Tag: Fieldwork Reflections

The Weight of History: Doing Fieldwork as an Ethnic Chinese Researcher

The Familiar Strange , February 27th, 2022


I have been asked about my research in China as a researcher from Taiwan by my colleagues in the US. One of them commented: “It’s not common for…


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Breath-taking

The Familiar Strange , September 12th, 2021


Himalayan travelogues are full of stories. For the most part, those stories fall into a specific genre, one that I tend to refer to as “my magical adventure…


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Jathilan Dance: Experiencing the Spirits

The Familiar Strange , August 15th, 2021


yelling, crawling and rolling. Later, they begin to show some animal-like behavior: hissing, roaring and moving on all fours. This is my fieldwork. The place is Java, the…


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Ethnographic Poetry and Academic Writing: A Reflection

Jarrod Sim , June 20th, 2021


“Whatever your eye can see, it’s vecik.” This line resonated with me while I was conducting my fieldwork in Taiwan with the indigenous Paiwan village known as Paridrayan….


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Holding Belief in Suspense

Kylie Wong Dolan , April 11th, 2021


Some months ago, I went for an early morning run with a mate at my fieldsite. After a short trot together, she left for work, and I decided…


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The Fallible and the Untrustworthy: Writing Culture as the Unreliable Narrator

The Familiar Strange , August 30th, 2020


The notion of the Unreliable Narrator is, for me, not a critique of the perceived moral failings of the anthropological project, but a methodological narrative construct integral to…


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Blurred lines and dead chooks in fieldwork

The Familiar Strange , August 2nd, 2020


My own fieldwork experience, like many others, demonstrates a blurring in what is ‘professional’ and ‘personal’, what is ‘leisure’ and ‘work’, whether you are researcher, student, or known…


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Balancing Acts: An Ethnographer’s Thoughts on Studying Religion

The Familiar Strange , May 24th, 2020


Anthropologists sometimes study sensitive topics and it is therefore not uncommon for ethnographic work to attract serious criticism along such lines. In a recent social media thread, I…


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Other People’s Clutter

The Familiar Strange , November 3rd, 2019


perhaps the most perplexing item she had kept from her time was the empty casing of an artillery shell from World War Two. She told me that many…


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I did it for the data

The Familiar Strange , July 14th, 2019


As an ethnographer of porn, I entered the field with some hard limits and never crossed them. I never ended up doing anything I regretted, but the pressure…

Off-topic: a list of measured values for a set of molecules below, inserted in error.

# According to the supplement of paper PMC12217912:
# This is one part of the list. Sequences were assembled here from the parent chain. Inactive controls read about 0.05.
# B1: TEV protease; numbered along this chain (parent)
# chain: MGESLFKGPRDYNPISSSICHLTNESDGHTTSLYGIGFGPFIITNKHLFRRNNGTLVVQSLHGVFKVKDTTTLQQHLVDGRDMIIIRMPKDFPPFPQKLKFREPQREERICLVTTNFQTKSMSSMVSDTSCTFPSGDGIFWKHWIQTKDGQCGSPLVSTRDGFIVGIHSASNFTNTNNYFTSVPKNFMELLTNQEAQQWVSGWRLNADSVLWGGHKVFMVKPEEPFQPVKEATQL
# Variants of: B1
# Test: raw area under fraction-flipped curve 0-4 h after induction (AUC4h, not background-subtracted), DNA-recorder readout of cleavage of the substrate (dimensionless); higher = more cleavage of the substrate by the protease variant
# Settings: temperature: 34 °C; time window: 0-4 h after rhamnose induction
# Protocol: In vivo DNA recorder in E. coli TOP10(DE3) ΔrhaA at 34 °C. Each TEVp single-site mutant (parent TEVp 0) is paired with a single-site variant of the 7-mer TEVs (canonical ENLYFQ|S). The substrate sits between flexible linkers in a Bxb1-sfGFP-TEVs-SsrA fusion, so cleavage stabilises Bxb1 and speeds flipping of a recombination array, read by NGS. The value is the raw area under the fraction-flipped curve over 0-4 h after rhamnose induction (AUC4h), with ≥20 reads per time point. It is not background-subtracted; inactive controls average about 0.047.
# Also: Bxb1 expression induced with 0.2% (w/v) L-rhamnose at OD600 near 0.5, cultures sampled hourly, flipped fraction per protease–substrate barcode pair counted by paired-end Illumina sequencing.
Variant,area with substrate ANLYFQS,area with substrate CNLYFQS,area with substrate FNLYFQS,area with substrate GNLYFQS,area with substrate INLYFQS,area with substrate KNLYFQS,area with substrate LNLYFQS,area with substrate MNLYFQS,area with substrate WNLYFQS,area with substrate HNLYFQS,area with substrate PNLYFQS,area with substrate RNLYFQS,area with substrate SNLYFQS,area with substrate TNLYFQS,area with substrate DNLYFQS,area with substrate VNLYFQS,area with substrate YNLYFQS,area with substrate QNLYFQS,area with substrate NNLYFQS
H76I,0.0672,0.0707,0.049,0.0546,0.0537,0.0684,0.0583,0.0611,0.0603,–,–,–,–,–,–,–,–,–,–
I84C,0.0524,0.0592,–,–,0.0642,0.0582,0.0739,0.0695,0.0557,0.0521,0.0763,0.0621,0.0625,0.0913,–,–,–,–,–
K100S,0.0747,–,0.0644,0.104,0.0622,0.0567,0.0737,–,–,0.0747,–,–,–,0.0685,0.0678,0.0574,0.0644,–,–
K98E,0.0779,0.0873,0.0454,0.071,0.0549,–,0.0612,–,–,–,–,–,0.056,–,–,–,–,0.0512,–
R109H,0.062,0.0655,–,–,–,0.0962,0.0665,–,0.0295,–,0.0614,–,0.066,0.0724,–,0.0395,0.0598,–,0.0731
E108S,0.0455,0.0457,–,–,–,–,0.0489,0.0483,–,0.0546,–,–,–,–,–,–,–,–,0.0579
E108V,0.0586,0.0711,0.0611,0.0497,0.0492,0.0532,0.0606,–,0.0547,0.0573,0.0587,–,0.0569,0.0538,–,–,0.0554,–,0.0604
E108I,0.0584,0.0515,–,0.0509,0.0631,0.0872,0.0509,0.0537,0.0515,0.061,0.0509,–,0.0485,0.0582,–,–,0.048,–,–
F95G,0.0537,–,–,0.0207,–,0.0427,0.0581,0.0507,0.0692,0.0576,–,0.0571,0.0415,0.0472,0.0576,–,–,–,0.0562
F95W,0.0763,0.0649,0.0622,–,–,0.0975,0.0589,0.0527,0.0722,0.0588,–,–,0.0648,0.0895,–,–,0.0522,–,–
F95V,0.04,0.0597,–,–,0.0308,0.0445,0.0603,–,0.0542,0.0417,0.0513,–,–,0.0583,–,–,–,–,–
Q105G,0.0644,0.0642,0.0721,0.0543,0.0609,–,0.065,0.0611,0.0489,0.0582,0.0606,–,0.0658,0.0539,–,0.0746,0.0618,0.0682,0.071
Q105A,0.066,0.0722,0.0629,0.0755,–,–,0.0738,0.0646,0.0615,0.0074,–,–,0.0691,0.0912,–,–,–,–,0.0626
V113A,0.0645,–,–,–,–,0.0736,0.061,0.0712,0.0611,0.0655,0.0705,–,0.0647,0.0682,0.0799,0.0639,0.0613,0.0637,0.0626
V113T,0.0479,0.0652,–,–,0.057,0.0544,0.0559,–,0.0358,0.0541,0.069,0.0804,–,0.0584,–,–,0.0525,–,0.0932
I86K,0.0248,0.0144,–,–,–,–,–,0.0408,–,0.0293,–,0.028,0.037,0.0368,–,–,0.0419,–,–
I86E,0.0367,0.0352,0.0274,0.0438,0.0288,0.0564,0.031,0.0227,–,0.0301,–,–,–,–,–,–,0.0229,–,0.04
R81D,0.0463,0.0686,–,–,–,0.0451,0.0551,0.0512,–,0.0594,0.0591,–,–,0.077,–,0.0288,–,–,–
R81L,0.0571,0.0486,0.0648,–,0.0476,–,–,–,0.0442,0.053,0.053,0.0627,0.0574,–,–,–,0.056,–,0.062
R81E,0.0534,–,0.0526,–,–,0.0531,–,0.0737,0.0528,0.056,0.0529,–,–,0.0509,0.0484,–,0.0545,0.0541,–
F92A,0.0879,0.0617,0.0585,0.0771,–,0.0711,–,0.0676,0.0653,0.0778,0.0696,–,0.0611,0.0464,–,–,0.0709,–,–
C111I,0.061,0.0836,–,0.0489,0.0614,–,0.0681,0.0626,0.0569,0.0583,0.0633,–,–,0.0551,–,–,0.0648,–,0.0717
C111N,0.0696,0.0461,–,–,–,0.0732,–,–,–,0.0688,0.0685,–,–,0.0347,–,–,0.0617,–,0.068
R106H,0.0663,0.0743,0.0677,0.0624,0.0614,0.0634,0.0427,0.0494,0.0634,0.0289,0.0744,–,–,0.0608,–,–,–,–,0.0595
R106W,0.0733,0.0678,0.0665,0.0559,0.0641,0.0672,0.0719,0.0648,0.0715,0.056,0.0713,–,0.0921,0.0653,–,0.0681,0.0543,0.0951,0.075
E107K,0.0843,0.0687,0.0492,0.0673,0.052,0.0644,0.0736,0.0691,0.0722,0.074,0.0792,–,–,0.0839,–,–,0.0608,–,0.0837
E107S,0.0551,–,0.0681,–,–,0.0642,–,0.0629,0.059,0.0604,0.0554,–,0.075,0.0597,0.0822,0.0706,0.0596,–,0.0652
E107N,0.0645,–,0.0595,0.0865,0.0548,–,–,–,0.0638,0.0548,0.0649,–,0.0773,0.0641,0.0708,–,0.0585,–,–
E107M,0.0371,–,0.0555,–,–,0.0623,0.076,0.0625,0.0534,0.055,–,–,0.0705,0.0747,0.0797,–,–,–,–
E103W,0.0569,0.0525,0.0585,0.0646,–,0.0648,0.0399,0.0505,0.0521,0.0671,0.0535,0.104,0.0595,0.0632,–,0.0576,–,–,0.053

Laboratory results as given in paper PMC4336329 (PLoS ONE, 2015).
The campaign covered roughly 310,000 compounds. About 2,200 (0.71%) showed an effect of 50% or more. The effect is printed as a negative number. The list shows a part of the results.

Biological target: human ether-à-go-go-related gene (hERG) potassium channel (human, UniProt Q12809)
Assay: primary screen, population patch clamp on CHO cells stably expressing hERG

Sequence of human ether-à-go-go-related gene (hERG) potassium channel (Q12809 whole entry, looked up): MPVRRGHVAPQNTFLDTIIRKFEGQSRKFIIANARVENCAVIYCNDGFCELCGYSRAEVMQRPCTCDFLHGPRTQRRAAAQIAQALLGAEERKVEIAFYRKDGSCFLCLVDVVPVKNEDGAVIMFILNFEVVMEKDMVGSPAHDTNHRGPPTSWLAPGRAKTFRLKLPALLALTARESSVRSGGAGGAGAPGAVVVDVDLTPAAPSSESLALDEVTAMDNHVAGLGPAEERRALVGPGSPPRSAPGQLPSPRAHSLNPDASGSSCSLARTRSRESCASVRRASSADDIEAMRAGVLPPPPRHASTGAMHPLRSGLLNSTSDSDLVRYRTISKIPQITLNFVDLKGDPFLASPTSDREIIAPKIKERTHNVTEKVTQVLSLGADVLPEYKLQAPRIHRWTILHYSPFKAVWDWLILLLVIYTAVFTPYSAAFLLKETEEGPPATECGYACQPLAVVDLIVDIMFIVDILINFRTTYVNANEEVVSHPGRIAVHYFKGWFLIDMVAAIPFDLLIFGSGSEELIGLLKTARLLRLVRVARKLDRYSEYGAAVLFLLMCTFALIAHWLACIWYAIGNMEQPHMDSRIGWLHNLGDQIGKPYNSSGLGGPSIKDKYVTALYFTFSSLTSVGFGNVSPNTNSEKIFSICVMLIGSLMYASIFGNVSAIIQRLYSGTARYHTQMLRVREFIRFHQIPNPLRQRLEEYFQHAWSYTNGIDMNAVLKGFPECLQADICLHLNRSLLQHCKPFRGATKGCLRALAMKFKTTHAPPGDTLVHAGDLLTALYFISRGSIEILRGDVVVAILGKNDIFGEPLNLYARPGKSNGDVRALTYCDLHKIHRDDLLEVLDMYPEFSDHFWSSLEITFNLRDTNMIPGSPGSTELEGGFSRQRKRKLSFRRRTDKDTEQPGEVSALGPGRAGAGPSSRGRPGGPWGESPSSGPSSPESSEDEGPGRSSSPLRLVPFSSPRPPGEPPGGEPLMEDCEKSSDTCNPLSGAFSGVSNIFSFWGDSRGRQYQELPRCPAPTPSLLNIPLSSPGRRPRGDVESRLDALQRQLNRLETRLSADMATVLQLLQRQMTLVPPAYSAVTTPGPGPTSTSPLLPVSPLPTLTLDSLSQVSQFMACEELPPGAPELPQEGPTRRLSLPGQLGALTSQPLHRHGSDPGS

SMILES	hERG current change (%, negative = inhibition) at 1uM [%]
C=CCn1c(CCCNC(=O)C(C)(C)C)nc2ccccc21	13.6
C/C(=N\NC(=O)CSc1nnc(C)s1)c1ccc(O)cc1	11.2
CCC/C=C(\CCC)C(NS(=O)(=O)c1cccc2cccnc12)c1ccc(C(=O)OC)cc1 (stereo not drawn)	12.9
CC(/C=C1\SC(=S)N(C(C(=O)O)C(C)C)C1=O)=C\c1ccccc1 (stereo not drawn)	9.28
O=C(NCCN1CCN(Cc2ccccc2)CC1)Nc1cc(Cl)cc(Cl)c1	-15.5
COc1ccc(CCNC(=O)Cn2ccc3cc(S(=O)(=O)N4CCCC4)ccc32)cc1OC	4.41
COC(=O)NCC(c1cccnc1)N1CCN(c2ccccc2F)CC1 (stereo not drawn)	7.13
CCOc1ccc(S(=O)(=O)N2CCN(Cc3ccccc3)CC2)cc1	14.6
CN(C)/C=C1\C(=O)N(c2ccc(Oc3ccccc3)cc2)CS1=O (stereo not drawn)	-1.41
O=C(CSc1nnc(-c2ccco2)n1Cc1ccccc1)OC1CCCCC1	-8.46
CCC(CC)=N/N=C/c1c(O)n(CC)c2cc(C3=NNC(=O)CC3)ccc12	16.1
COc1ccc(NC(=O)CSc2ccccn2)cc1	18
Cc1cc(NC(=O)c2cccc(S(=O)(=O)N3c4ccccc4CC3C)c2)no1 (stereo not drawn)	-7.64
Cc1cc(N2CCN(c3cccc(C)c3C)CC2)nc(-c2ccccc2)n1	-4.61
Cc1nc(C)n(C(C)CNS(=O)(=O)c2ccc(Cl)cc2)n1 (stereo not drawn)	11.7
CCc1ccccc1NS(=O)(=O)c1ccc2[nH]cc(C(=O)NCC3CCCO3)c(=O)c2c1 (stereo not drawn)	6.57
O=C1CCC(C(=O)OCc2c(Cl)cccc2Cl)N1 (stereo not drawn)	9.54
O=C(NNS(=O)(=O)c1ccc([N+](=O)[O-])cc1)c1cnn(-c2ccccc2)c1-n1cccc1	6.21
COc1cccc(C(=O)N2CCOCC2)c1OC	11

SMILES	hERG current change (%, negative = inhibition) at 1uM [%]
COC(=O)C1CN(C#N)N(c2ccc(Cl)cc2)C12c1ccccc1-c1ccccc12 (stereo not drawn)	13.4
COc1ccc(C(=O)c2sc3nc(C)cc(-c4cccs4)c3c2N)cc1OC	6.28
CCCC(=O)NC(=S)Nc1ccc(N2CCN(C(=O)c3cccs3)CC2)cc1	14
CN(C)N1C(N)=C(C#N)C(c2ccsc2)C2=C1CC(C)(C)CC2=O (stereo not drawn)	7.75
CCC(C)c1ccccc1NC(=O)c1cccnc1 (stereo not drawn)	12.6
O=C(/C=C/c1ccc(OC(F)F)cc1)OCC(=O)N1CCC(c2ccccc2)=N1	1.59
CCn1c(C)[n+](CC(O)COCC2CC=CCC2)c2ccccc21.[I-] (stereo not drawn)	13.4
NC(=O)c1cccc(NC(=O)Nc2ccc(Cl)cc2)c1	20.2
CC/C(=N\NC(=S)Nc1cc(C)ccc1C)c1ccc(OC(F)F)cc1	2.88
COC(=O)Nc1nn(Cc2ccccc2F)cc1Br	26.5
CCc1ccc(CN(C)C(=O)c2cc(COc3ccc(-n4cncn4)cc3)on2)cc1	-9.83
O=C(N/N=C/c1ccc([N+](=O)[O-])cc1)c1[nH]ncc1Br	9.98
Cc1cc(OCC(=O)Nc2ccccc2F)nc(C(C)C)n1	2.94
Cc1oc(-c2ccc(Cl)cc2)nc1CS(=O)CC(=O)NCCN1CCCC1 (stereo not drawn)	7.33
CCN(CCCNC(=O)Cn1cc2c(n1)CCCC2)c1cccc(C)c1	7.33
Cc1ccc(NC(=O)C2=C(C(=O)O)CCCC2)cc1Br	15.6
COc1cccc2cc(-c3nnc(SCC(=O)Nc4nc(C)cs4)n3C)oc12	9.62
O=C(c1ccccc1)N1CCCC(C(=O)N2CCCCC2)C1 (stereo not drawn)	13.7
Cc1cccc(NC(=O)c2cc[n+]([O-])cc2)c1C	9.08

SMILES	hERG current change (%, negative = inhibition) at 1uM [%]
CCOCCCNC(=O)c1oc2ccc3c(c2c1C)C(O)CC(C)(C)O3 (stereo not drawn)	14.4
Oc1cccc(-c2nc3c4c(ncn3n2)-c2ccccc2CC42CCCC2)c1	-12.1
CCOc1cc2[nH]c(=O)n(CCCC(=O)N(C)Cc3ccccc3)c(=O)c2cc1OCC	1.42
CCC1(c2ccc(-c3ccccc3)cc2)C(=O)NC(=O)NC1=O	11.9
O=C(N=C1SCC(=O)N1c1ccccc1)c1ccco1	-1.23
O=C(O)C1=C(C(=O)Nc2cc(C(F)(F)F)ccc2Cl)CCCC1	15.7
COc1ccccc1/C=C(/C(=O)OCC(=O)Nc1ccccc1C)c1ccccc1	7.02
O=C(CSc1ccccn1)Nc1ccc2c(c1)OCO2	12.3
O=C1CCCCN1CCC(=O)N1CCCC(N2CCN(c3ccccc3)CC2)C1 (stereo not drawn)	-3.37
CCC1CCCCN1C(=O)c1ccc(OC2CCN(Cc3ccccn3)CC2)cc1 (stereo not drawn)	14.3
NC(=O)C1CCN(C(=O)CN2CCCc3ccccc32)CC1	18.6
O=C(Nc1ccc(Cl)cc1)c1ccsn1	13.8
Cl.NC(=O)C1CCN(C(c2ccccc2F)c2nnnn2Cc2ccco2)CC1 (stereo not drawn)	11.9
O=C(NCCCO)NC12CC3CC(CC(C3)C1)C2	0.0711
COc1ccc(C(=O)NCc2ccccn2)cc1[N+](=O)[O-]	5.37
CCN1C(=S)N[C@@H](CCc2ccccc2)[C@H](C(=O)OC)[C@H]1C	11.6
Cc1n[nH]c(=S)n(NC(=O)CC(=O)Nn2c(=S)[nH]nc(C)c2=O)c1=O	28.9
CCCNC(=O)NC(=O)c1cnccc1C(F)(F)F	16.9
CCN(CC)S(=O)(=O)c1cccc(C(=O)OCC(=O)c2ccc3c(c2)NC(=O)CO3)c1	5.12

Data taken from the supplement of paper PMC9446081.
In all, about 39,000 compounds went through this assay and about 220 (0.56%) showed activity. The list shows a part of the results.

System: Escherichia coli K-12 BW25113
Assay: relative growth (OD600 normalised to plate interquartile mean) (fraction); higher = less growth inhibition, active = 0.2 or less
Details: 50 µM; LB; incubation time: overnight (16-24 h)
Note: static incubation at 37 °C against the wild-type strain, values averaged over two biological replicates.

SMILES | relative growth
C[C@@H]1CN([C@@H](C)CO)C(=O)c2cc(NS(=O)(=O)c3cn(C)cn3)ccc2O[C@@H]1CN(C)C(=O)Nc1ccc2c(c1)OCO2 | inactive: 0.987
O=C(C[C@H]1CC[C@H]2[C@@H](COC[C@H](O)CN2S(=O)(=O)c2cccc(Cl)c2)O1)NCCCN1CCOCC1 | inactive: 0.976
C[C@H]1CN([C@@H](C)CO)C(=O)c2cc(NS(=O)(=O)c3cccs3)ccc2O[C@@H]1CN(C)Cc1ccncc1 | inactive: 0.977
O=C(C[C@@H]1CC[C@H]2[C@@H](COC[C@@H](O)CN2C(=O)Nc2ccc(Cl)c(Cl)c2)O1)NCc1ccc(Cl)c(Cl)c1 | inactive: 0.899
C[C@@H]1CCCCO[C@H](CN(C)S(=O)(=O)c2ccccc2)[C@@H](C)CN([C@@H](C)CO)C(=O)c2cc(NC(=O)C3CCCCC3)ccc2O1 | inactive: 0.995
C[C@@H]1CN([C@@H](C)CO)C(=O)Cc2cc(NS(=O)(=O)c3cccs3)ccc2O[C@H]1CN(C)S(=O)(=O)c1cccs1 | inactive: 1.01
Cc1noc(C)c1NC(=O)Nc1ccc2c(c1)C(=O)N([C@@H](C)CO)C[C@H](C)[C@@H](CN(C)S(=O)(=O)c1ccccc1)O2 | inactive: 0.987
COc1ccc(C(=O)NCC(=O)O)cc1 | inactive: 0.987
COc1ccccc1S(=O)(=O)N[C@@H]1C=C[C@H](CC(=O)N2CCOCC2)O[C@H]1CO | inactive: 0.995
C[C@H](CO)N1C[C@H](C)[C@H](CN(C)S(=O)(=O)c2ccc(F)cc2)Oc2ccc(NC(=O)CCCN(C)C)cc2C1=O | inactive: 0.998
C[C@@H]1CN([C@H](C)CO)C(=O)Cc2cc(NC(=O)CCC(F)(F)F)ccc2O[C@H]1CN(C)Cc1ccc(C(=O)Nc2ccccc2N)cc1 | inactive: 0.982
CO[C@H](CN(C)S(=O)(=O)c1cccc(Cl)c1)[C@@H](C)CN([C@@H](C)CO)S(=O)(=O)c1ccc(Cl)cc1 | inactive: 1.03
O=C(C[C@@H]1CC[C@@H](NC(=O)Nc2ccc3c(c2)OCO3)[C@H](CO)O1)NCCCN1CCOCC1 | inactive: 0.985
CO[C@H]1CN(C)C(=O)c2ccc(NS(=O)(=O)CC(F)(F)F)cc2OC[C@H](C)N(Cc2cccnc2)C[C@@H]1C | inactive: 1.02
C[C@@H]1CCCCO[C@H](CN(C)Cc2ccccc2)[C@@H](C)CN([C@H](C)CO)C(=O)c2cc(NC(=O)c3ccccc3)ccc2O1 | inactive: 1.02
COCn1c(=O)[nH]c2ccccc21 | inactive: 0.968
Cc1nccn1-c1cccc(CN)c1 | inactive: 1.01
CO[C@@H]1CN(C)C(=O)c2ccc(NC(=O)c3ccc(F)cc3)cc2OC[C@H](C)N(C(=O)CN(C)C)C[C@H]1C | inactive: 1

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Eating Iran: From the delicious to the inedible

Simon Theobald , June 16th, 2019


I was having second thoughts, but pressed on safe in the knowledge that I was performing an act that would raise my esteem in the eyes of those…


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On Being Declared Missing in the Himalayas

The Familiar Strange , June 2nd, 2019


Neither the Fulbright Commission overseeing my work nor the US Embassy in Kathmandu could contact me and, in the interim, the three other visitors to Mustang had all…


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Anthropologists and Dragons

The Familiar Strange , May 19th, 2019


I surprised myself by not hesitating. Spinning around, I headed straight back toward one of those that had followed us into the alley—a woman in dark robes, eyes…


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On the Heartbreak of Leaving the Field: Falling in love and going home again

The Familiar Strange , October 10th, 2018


My heart was broken not by leaving individual people, but by leaving something much bigger.  It takes us too long in anthropology to learn that the communities we…


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Post-Bureaucratic Stress: Reflections on getting a police check in Vietnam

Jodie-Lee Trembath , September 26th, 2018


Bureaucracy is so deadly dull because it’s so mundane. But, as Steve Woolgar points out in his book Mundane Governance, the Latin etymology of ‘mundane’ is ‘of the…


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The village idiot: Language learning for anthropology fieldwork

Simon Theobald , September 19th, 2018


In preparing for fieldwork, I took a class on language training with Piers Kelly. While Piers was talking more specifically about learning in a context where a language…


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When the world invades “the field:” emotion, introspection, and ethnography

Ian Pollock , August 29th, 2018


It’s been years since anthropology set aside the fantasy of “the field” — a bounded research site, where the locals, and the researcher studying them, are insulated from…


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Beyond Stereotypes: Success, failure, and the complexity of women’s education in Iran

Simon Theobald , August 22nd, 2018


During my 15 months of fieldwork in Iran, the gripe that a bachelor’s degree was now equivalent to that of a high school certificate from a few years…


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